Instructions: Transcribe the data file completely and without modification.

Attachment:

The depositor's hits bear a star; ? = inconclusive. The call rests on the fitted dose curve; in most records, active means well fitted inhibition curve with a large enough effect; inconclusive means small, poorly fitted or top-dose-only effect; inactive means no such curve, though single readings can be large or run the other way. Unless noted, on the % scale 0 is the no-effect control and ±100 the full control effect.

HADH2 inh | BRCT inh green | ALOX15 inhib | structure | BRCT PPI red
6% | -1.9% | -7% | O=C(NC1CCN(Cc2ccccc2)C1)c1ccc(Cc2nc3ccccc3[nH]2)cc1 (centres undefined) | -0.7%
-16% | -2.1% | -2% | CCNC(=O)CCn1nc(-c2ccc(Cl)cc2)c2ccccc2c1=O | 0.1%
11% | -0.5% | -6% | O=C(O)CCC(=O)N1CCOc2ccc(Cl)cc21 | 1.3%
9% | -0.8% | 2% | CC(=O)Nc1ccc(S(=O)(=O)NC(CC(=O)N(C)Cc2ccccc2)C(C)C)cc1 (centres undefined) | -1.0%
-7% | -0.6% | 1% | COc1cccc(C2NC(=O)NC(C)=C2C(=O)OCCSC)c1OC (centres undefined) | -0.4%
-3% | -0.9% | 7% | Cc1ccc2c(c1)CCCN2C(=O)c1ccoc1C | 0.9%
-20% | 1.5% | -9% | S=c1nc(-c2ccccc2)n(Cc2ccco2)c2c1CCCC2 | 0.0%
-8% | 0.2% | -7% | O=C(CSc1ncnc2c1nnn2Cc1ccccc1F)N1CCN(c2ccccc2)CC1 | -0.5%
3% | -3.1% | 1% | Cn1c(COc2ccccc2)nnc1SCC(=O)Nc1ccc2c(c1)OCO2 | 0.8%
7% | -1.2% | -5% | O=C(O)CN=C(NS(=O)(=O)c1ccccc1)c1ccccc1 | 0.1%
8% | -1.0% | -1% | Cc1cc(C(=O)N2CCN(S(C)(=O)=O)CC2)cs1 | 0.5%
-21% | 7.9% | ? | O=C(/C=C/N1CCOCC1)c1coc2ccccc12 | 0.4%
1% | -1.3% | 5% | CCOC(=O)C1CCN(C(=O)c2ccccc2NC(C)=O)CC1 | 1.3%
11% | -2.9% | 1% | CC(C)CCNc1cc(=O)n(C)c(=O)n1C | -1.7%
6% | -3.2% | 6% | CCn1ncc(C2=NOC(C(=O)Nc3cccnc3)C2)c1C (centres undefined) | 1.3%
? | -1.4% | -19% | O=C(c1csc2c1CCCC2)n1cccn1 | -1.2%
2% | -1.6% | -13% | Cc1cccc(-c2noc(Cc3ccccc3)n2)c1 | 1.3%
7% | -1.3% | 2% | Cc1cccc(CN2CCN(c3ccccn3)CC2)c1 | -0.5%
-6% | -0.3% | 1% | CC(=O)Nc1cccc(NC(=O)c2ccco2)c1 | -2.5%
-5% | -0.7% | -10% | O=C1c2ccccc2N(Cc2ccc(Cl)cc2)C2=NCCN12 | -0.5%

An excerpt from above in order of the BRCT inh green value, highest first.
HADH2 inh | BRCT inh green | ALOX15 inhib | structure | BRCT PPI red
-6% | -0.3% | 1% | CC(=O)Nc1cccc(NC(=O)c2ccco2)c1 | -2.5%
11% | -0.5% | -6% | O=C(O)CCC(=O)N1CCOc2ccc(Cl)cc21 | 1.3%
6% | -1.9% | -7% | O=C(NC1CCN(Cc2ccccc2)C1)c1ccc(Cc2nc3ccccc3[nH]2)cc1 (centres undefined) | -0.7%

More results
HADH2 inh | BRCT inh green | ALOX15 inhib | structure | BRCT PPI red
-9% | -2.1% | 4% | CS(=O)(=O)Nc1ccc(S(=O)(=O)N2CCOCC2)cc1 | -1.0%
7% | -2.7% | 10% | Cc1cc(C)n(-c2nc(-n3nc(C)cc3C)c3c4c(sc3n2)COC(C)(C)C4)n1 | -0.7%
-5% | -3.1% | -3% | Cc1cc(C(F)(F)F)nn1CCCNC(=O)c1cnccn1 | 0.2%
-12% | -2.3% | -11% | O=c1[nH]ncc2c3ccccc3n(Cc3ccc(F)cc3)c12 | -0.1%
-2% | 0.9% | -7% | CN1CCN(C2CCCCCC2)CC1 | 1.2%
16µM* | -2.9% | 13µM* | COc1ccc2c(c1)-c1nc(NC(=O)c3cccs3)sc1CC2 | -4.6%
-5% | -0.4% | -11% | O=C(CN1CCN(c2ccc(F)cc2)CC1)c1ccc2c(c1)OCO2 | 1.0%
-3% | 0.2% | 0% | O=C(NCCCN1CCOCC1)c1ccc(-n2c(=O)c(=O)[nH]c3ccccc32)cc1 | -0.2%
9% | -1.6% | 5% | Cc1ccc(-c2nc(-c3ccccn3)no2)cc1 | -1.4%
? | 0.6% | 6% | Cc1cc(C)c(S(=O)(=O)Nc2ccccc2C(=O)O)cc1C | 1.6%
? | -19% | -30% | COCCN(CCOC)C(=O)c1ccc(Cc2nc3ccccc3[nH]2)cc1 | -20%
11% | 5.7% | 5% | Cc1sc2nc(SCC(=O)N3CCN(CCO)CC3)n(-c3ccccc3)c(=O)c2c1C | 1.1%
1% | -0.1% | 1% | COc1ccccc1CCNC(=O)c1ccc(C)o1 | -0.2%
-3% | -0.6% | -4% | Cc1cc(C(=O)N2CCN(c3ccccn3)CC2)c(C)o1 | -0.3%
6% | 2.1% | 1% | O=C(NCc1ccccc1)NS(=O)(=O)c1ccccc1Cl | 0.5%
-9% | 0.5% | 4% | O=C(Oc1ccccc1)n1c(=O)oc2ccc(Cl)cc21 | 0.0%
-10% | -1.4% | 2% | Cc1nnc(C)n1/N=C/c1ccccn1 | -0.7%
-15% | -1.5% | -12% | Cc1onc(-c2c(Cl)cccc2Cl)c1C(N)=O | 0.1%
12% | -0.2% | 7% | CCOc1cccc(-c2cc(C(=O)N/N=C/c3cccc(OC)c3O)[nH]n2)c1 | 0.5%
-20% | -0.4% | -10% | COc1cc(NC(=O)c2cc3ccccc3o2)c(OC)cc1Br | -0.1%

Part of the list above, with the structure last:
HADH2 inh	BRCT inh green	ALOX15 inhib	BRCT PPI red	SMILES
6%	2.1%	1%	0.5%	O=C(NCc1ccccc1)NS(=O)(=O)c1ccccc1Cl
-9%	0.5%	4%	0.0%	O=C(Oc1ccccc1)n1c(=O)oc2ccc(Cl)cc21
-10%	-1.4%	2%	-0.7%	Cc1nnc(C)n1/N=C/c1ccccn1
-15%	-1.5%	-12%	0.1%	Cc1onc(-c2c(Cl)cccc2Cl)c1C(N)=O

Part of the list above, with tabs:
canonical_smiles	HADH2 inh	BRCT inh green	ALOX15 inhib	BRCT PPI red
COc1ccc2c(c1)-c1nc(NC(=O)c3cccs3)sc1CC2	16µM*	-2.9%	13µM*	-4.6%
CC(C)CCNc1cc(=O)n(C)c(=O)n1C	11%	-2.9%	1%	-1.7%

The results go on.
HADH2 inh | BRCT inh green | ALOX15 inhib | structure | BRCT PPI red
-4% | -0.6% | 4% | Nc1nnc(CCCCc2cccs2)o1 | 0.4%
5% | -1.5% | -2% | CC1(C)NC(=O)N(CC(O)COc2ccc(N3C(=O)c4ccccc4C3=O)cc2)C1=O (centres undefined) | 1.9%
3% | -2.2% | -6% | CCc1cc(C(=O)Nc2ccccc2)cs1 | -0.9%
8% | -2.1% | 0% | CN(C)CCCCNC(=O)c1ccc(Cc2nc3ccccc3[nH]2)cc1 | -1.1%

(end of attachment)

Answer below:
The depositor's hits bear a star; ? = inconclusive. The call rests on the fitted dose curve; in most records, active means well fitted inhibition curve with a large enough effect; inconclusive means small, poorly fitted or top-dose-only effect; inactive means no such curve, though single readings can be large or run the other way. Unless noted, on the % scale 0 is the no-effect control and ±100 the full control effect.

HADH2 inh | BRCT inh green | ALOX15 inhib | structure | BRCT PPI red
6% | -1.9% | -7% | O=C(NC1CCN(Cc2ccccc2)C1)c1ccc(Cc2nc3ccccc3[nH]2)cc1 (centres undefined) | -0.7%
-16% | -2.1% | -2% | CCNC(=O)CCn1nc(-c2ccc(Cl)cc2)c2ccccc2c1=O | 0.1%
11% | -0.5% | -6% | O=C(O)CCC(=O)N1CCOc2ccc(Cl)cc21 | 1.3%
9% | -0.8% | 2% | CC(=O)Nc1ccc(S(=O)(=O)NC(CC(=O)N(C)Cc2ccccc2)C(C)C)cc1 (centres undefined) | -1.0%
-7% | -0.6% | 1% | COc1cccc(C2NC(=O)NC(C)=C2C(=O)OCCSC)c1OC (centres undefined) | -0.4%
-3% | -0.9% | 7% | Cc1ccc2c(c1)CCCN2C(=O)c1ccoc1C | 0.9%
-20% | 1.5% | -9% | S=c1nc(-c2ccccc2)n(Cc2ccco2)c2c1CCCC2 | 0.0%
-8% | 0.2% | -7% | O=C(CSc1ncnc2c1nnn2Cc1ccccc1F)N1CCN(c2ccccc2)CC1 | -0.5%
3% | -3.1% | 1% | Cn1c(COc2ccccc2)nnc1SCC(=O)Nc1ccc2c(c1)OCO2 | 0.8%
7% | -1.2% | -5% | O=C(O)CN=C(NS(=O)(=O)c1ccccc1)c1ccccc1 | 0.1%
8% | -1.0% | -1% | Cc1cc(C(=O)N2CCN(S(C)(=O)=O)CC2)cs1 | 0.5%
-21% | 7.9% | ? | O=C(/C=C/N1CCOCC1)c1coc2ccccc12 | 0.4%
1% | -1.3% | 5% | CCOC(=O)C1CCN(C(=O)c2ccccc2NC(C)=O)CC1 | 1.3%
11% | -2.9% | 1% | CC(C)CCNc1cc(=O)n(C)c(=O)n1C | -1.7%
6% | -3.2% | 6% | CCn1ncc(C2=NOC(C(=O)Nc3cccnc3)C2)c1C (centres undefined) | 1.3%
? | -1.4% | -19% | O=C(c1csc2c1CCCC2)n1cccn1 | -1.2%
2% | -1.6% | -13% | Cc1cccc(-c2noc(Cc3ccccc3)n2)c1 | 1.3%
7% | -1.3% | 2% | Cc1cccc(CN2CCN(c3ccccn3)CC2)c1 | -0.5%
-6% | -0.3% | 1% | CC(=O)Nc1cccc(NC(=O)c2ccco2)c1 | -2.5%
-5% | -0.7% | -10% | O=C1c2ccccc2N(Cc2ccc(Cl)cc2)C2=NCCN12 | -0.5%

An excerpt from above in order of the BRCT inh green value, highest first.
HADH2 inh | BRCT inh green | ALOX15 inhib | structure | BRCT PPI red
-6% | -0.3% | 1% | CC(=O)Nc1cccc(NC(=O)c2ccco2)c1 | -2.5%
11% | -0.5% | -6% | O=C(O)CCC(=O)N1CCOc2ccc(Cl)cc21 | 1.3%
6% | -1.9% | -7% | O=C(NC1CCN(Cc2ccccc2)C1)c1ccc(Cc2nc3ccccc3[nH]2)cc1 (centres undefined) | -0.7%

More results
HADH2 inh | BRCT inh green | ALOX15 inhib | structure | BRCT PPI red
-9% | -2.1% | 4% | CS(=O)(=O)Nc1ccc(S(=O)(=O)N2CCOCC2)cc1 | -1.0%
7% | -2.7% | 10% | Cc1cc(C)n(-c2nc(-n3nc(C)cc3C)c3c4c(sc3n2)COC(C)(C)C4)n1 | -0.7%
-5% | -3.1% | -3% | Cc1cc(C(F)(F)F)nn1CCCNC(=O)c1cnccn1 | 0.2%
-12% | -2.3% | -11% | O=c1[nH]ncc2c3ccccc3n(Cc3ccc(F)cc3)c12 | -0.1%
-2% | 0.9% | -7% | CN1CCN(C2CCCCCC2)CC1 | 1.2%
16µM* | -2.9% | 13µM* | COc1ccc2c(c1)-c1nc(NC(=O)c3cccs3)sc1CC2 | -4.6%
-5% | -0.4% | -11% | O=C(CN1CCN(c2ccc(F)cc2)CC1)c1ccc2c(c1)OCO2 | 1.0%
-3% | 0.2% | 0% | O=C(NCCCN1CCOCC1)c1ccc(-n2c(=O)c(=O)[nH]c3ccccc32)cc1 | -0.2%
9% | -1.6% | 5% | Cc1ccc(-c2nc(-c3ccccn3)no2)cc1 | -1.4%
? | 0.6% | 6% | Cc1cc(C)c(S(=O)(=O)Nc2ccccc2C(=O)O)cc1C | 1.6%
? | -19% | -30% | COCCN(CCOC)C(=O)c1ccc(Cc2nc3ccccc3[nH]2)cc1 | -20%
11% | 5.7% | 5% | Cc1sc2nc(SCC(=O)N3CCN(CCO)CC3)n(-c3ccccc3)c(=O)c2c1C | 1.1%
1% | -0.1% | 1% | COc1ccccc1CCNC(=O)c1ccc(C)o1 | -0.2%
-3% | -0.6% | -4% | Cc1cc(C(=O)N2CCN(c3ccccn3)CC2)c(C)o1 | -0.3%
6% | 2.1% | 1% | O=C(NCc1ccccc1)NS(=O)(=O)c1ccccc1Cl | 0.5%
-9% | 0.5% | 4% | O=C(Oc1ccccc1)n1c(=O)oc2ccc(Cl)cc21 | 0.0%
-10% | -1.4% | 2% | Cc1nnc(C)n1/N=C/c1ccccn1 | -0.7%
-15% | -1.5% | -12% | Cc1onc(-c2c(Cl)cccc2Cl)c1C(N)=O | 0.1%
12% | -0.2% | 7% | CCOc1cccc(-c2cc(C(=O)N/N=C/c3cccc(OC)c3O)[nH]n2)c1 | 0.5%
-20% | -0.4% | -10% | COc1cc(NC(=O)c2cc3ccccc3o2)c(OC)cc1Br | -0.1%

Part of the list above, with the structure last:
HADH2 inh	BRCT inh green	ALOX15 inhib	BRCT PPI red	SMILES
6%	2.1%	1%	0.5%	O=C(NCc1ccccc1)NS(=O)(=O)c1ccccc1Cl
-9%	0.5%	4%	0.0%	O=C(Oc1ccccc1)n1c(=O)oc2ccc(Cl)cc21
-10%	-1.4%	2%	-0.7%	Cc1nnc(C)n1/N=C/c1ccccn1
-15%	-1.5%	-12%	0.1%	Cc1onc(-c2c(Cl)cccc2Cl)c1C(N)=O

Part of the list above, with tabs:
canonical_smiles	HADH2 inh	BRCT inh green	ALOX15 inhib	BRCT PPI red
COc1ccc2c(c1)-c1nc(NC(=O)c3cccs3)sc1CC2	16µM*	-2.9%	13µM*	-4.6%
CC(C)CCNc1cc(=O)n(C)c(=O)n1C	11%	-2.9%	1%	-1.7%

The results go on.
HADH2 inh | BRCT inh green | ALOX15 inhib | structure | BRCT PPI red
-4% | -0.6% | 4% | Nc1nnc(CCCCc2cccs2)o1 | 0.4%
5% | -1.5% | -2% | CC1(C)NC(=O)N(CC(O)COc2ccc(N3C(=O)c4ccccc4C3=O)cc2)C1=O (centres undefined) | 1.9%
3% | -2.2% | -6% | CCc1cc(C(=O)Nc2ccccc2)cs1 | -0.9%
8% | -2.1% | 0% | CN(C)CCCCNC(=O)c1ccc(Cc2nc3ccccc3[nH]2)cc1 | -1.1%